Need reasonable plan to avoid fiscal disaster
Regarding President Barack Obama's plan to require household earners to pay an additional 4 percent (from 35 percent to 39 percent), I have several observations:
First, the $250,000 threshold is unrealistic. There is no adjustment for high-cost-of-living states/jurisdictions such as California. The spending power of that amount in California in contrast, for instance, to Tennessee is remarkably different with higher taxes, mortgage payments, gasoline prices and the like. Perhaps, the threshold should be raised to at least $500,000.
Second, the maximum tax rate under President Bill Clinton was 39 percent with very little resistance. President George W. Bush lowered it to 35 percent. Therefore, there is the perception that there is a significant proposed raise in rates when it is in fact a restoration of the tax structure under a previous administration.
Third, given that we are in difficult times, perhaps a better option would be to require the wealthiest of Americans to give to a list of government-designated charities with no tax deductions and avoid pass-through government waste.
Congress needs to devise a reasonable plan to raise reasonable revenue and avoid the fiscal cliff.
Support of Israel not in our best interest
Palestinians realize the futility of continuing negotiations when those endless negotiations only provide a cover for Israel to go about its business of gobbling up more and more Palestinian land, thereby foreclosing the very possibility of a viable Palestinian state.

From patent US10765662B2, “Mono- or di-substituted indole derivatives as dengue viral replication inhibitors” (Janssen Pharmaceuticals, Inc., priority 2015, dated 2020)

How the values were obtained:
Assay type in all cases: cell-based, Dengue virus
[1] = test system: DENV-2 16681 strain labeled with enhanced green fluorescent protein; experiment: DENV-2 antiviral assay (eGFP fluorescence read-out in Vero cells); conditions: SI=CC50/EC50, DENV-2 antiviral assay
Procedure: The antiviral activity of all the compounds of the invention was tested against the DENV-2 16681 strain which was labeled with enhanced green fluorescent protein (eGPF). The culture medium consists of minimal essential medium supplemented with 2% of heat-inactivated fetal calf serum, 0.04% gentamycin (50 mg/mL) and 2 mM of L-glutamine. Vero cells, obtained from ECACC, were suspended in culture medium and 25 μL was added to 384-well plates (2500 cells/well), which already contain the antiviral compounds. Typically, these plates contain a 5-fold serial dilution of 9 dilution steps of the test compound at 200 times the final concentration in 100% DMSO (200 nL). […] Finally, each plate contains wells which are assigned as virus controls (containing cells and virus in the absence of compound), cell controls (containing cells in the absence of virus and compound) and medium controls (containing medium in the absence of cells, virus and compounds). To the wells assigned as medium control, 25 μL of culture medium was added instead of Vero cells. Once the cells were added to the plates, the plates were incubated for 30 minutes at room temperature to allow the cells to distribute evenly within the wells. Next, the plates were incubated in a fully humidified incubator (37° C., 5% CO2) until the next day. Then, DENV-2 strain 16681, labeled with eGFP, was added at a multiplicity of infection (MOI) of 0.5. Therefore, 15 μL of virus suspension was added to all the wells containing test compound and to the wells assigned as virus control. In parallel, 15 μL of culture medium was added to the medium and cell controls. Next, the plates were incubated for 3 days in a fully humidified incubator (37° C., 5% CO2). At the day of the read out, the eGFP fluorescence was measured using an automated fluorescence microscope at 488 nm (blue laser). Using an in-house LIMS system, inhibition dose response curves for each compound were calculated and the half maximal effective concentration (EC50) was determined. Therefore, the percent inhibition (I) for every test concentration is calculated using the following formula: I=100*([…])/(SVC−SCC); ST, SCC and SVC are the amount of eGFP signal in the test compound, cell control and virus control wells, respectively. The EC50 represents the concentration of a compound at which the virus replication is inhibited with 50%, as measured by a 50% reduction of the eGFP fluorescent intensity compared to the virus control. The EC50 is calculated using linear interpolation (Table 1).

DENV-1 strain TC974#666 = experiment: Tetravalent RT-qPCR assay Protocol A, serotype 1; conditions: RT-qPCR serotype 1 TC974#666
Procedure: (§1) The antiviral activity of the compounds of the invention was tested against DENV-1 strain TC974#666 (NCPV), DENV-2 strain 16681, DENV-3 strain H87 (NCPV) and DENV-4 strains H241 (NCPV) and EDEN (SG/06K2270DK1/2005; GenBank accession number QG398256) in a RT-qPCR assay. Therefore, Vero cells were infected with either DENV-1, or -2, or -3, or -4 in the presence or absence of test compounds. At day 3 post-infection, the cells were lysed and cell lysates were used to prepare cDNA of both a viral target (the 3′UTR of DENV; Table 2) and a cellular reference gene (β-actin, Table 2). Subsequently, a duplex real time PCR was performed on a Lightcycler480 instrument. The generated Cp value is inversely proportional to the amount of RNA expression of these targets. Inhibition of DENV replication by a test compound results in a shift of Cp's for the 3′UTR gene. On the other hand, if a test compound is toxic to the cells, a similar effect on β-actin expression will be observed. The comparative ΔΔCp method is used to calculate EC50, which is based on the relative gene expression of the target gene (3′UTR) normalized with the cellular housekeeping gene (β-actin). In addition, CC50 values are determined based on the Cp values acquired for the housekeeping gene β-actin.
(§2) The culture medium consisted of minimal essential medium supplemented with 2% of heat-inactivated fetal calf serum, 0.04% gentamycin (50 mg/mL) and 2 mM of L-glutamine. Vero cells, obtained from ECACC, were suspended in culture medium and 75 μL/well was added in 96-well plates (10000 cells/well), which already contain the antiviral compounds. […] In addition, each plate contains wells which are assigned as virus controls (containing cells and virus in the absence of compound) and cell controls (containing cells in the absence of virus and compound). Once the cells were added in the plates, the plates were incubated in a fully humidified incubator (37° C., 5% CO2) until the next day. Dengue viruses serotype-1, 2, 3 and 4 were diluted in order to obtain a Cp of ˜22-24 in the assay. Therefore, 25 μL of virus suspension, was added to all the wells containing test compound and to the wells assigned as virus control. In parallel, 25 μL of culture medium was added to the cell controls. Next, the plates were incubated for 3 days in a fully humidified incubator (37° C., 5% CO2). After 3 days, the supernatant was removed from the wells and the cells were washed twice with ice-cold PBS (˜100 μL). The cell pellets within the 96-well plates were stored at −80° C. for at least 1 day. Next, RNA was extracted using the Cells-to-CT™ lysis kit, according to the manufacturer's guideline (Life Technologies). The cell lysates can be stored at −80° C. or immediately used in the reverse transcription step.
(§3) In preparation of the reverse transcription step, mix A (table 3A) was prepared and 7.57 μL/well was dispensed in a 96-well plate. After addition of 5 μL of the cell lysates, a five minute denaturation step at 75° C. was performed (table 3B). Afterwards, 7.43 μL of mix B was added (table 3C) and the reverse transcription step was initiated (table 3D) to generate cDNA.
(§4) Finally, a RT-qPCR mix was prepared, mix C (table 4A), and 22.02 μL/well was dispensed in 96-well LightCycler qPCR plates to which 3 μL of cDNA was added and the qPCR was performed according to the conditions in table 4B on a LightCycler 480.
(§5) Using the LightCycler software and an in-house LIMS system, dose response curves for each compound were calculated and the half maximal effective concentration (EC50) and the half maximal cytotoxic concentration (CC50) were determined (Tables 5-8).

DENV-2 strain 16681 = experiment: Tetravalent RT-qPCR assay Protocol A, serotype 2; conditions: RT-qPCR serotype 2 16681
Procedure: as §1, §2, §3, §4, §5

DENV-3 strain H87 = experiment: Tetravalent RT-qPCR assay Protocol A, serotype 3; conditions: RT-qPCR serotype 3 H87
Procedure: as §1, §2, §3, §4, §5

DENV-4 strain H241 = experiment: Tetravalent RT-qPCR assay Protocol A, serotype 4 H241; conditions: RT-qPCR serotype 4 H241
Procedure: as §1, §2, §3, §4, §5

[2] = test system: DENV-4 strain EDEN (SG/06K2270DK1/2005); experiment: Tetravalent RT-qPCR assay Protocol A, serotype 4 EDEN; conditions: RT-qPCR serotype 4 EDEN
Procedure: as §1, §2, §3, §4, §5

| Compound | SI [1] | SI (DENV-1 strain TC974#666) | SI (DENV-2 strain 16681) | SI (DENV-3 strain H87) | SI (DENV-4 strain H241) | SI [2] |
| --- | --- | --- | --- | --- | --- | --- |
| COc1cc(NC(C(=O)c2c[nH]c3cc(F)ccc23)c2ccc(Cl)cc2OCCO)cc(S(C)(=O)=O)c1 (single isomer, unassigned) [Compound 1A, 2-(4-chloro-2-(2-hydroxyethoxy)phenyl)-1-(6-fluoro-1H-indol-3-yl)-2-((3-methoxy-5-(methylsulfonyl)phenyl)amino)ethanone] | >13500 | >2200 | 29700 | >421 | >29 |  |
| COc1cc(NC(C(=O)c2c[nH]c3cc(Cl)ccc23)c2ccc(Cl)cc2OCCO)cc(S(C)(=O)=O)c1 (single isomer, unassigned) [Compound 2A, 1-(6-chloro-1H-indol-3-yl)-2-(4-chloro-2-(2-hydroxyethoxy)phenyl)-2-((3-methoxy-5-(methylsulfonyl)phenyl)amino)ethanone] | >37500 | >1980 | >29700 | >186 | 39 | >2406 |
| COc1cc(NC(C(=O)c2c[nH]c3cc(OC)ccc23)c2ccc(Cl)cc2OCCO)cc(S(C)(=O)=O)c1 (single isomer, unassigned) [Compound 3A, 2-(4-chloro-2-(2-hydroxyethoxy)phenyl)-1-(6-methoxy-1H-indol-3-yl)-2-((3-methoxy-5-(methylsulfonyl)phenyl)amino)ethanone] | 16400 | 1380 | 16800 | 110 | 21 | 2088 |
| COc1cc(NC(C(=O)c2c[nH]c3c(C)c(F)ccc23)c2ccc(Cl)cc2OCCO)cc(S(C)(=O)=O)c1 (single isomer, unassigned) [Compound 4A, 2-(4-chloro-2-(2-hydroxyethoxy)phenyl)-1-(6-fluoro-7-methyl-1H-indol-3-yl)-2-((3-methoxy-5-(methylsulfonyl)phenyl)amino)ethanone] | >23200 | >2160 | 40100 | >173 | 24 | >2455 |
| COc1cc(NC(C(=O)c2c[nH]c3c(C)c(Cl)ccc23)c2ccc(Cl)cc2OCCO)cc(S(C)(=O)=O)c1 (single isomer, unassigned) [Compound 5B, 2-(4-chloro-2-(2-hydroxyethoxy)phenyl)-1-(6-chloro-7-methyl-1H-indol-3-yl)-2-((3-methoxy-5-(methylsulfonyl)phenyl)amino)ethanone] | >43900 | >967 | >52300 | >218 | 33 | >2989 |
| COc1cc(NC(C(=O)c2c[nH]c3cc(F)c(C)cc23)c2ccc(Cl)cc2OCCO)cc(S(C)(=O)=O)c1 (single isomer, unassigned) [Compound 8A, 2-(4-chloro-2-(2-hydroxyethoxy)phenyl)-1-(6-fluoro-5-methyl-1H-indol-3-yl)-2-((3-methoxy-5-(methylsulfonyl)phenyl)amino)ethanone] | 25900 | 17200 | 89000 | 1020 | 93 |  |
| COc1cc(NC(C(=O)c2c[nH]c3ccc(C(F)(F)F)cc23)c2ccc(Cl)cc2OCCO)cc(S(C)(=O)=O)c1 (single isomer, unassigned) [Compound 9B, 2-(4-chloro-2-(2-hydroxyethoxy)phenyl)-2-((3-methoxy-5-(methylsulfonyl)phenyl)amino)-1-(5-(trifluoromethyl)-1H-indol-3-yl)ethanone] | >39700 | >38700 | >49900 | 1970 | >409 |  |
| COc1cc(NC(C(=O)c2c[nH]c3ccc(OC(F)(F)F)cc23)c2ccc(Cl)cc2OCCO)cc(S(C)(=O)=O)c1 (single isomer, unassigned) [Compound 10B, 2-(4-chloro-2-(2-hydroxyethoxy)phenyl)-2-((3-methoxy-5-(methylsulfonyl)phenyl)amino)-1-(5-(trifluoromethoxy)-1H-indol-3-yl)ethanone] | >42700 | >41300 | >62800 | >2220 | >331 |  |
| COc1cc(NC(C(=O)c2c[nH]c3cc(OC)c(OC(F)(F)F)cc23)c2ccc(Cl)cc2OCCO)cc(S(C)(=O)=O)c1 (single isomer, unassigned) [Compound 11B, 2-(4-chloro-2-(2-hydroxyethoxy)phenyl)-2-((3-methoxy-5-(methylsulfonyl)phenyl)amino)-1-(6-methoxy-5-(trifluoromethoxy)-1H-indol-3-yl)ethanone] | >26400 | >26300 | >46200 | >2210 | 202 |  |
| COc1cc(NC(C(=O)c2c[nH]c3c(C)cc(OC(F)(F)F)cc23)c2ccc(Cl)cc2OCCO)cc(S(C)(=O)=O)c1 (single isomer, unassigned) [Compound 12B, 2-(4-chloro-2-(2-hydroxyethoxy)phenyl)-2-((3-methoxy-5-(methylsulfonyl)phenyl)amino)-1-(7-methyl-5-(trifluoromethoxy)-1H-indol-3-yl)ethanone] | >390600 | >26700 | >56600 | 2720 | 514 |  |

That is why the Palestinian Authority decided to seek nonmember status through the General Assembly of the U.N., the very body that 65 years ago voted to admit Israel as a member state.
Israel's rejection of the Palestinians' U.N. bid smacks of arrogance and hypocrisy. And its decision, in the face of that U.N. bid, to announce the building of yet another 3,000 housing units in the West Bank and East Jerusalem makes clear that Israel is absolutely determined to thwart the national aspirations of the Palestinian people for a sovereign state of its own no matter what the cost to regional peace.
U.S. unconditional support of Israel, despite its violations of international and U.S. law, is detrimental to America's long-term interests and the security and well-being of both the Israeli and Palestinian people.
Yearbook photo case not free-speech cause
The article on the turmoil over Kenton Koos' intended yearbook photo says he "wanted to leave his mark with his final yearbook photo."
Maybe he should do some self-examination if this is what he has amounted to at this juncture in his life.
Maybe he should also consider, as the principal rightly has, that for many, the yearbook is a meaningful, lasting memory of an important time in life. He might consider exhibiting some respect for that instead of demanding the right to act like an immature fool.
His mother would do well to re-examine her support and encouragement for the ways he misdirects his energies.
There is way too much self-centeredness in the demand for so-called free speech. It has been expanded ridiculously to be applied to having the right to trample on others' rights.
And, as is so often the case, the ACLU can't see the forest for the trees, once again unable to apply common sense to temper an obsession with technicalities. And yes, this is a pseudo-intellectual technicality that distorts the correct application of the legitimate rights to free speech.
And we wonder why people don't get a proper education in our schools any longer?